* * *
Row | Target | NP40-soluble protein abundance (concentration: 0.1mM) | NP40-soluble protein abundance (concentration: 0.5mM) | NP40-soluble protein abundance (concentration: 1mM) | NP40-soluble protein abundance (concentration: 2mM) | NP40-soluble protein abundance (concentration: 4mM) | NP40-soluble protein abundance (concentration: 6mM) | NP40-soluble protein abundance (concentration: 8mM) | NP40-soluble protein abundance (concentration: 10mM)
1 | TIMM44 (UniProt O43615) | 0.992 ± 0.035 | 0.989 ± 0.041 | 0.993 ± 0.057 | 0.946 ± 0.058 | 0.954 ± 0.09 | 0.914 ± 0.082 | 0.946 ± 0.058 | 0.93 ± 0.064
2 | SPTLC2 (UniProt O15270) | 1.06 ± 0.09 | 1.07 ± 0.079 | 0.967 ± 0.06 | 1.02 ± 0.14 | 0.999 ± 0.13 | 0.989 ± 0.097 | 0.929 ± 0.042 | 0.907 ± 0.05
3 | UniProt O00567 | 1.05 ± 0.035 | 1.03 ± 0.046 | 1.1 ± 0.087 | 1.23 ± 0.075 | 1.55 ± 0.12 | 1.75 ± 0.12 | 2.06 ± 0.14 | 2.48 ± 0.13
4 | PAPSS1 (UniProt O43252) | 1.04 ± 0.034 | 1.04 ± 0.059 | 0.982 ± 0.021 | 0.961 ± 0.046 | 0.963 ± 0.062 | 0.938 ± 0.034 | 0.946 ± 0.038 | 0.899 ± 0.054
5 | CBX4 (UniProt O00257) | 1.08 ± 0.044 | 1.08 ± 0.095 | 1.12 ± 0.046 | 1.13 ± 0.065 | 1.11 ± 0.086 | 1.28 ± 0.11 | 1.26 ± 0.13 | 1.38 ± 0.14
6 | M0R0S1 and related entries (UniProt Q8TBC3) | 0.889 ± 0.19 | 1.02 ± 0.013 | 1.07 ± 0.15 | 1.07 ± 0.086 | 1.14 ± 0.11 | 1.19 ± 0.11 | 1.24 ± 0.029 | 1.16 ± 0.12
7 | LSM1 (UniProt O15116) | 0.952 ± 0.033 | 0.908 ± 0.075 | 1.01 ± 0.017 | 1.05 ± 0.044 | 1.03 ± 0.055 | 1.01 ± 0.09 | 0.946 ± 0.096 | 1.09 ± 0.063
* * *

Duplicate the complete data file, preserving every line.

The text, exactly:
Row | Target | NP40-soluble protein abundance (concentration: 0.1mM) | NP40-soluble protein abundance (concentration: 0.5mM) | NP40-soluble protein abundance (concentration: 1mM) | NP40-soluble protein abundance (concentration: 2mM) | NP40-soluble protein abundance (concentration: 4mM) | NP40-soluble protein abundance (concentration: 6mM) | NP40-soluble protein abundance (concentration: 8mM) | NP40-soluble protein abundance (concentration: 10mM)
1 | TIMM44 (UniProt O43615) | 0.992 ± 0.035 | 0.989 ± 0.041 | 0.993 ± 0.057 | 0.946 ± 0.058 | 0.954 ± 0.09 | 0.914 ± 0.082 | 0.946 ± 0.058 | 0.93 ± 0.064
2 | SPTLC2 (UniProt O15270) | 1.06 ± 0.09 | 1.07 ± 0.079 | 0.967 ± 0.06 | 1.02 ± 0.14 | 0.999 ± 0.13 | 0.989 ± 0.097 | 0.929 ± 0.042 | 0.907 ± 0.05
3 | UniProt O00567 | 1.05 ± 0.035 | 1.03 ± 0.046 | 1.1 ± 0.087 | 1.23 ± 0.075 | 1.55 ± 0.12 | 1.75 ± 0.12 | 2.06 ± 0.14 | 2.48 ± 0.13
4 | PAPSS1 (UniProt O43252) | 1.04 ± 0.034 | 1.04 ± 0.059 | 0.982 ± 0.021 | 0.961 ± 0.046 | 0.963 ± 0.062 | 0.938 ± 0.034 | 0.946 ± 0.038 | 0.899 ± 0.054
5 | CBX4 (UniProt O00257) | 1.08 ± 0.044 | 1.08 ± 0.095 | 1.12 ± 0.046 | 1.13 ± 0.065 | 1.11 ± 0.086 | 1.28 ± 0.11 | 1.26 ± 0.13 | 1.38 ± 0.14
6 | M0R0S1 and related entries (UniProt Q8TBC3) | 0.889 ± 0.19 | 1.02 ± 0.013 | 1.07 ± 0.15 | 1.07 ± 0.086 | 1.14 ± 0.11 | 1.19 ± 0.11 | 1.24 ± 0.029 | 1.16 ± 0.12
7 | LSM1 (UniProt O15116) | 0.952 ± 0.033 | 0.908 ± 0.075 | 1.01 ± 0.017 | 1.05 ± 0.044 | 1.03 ± 0.055 | 1.01 ± 0.09 | 0.946 ± 0.096 | 1.09 ± 0.063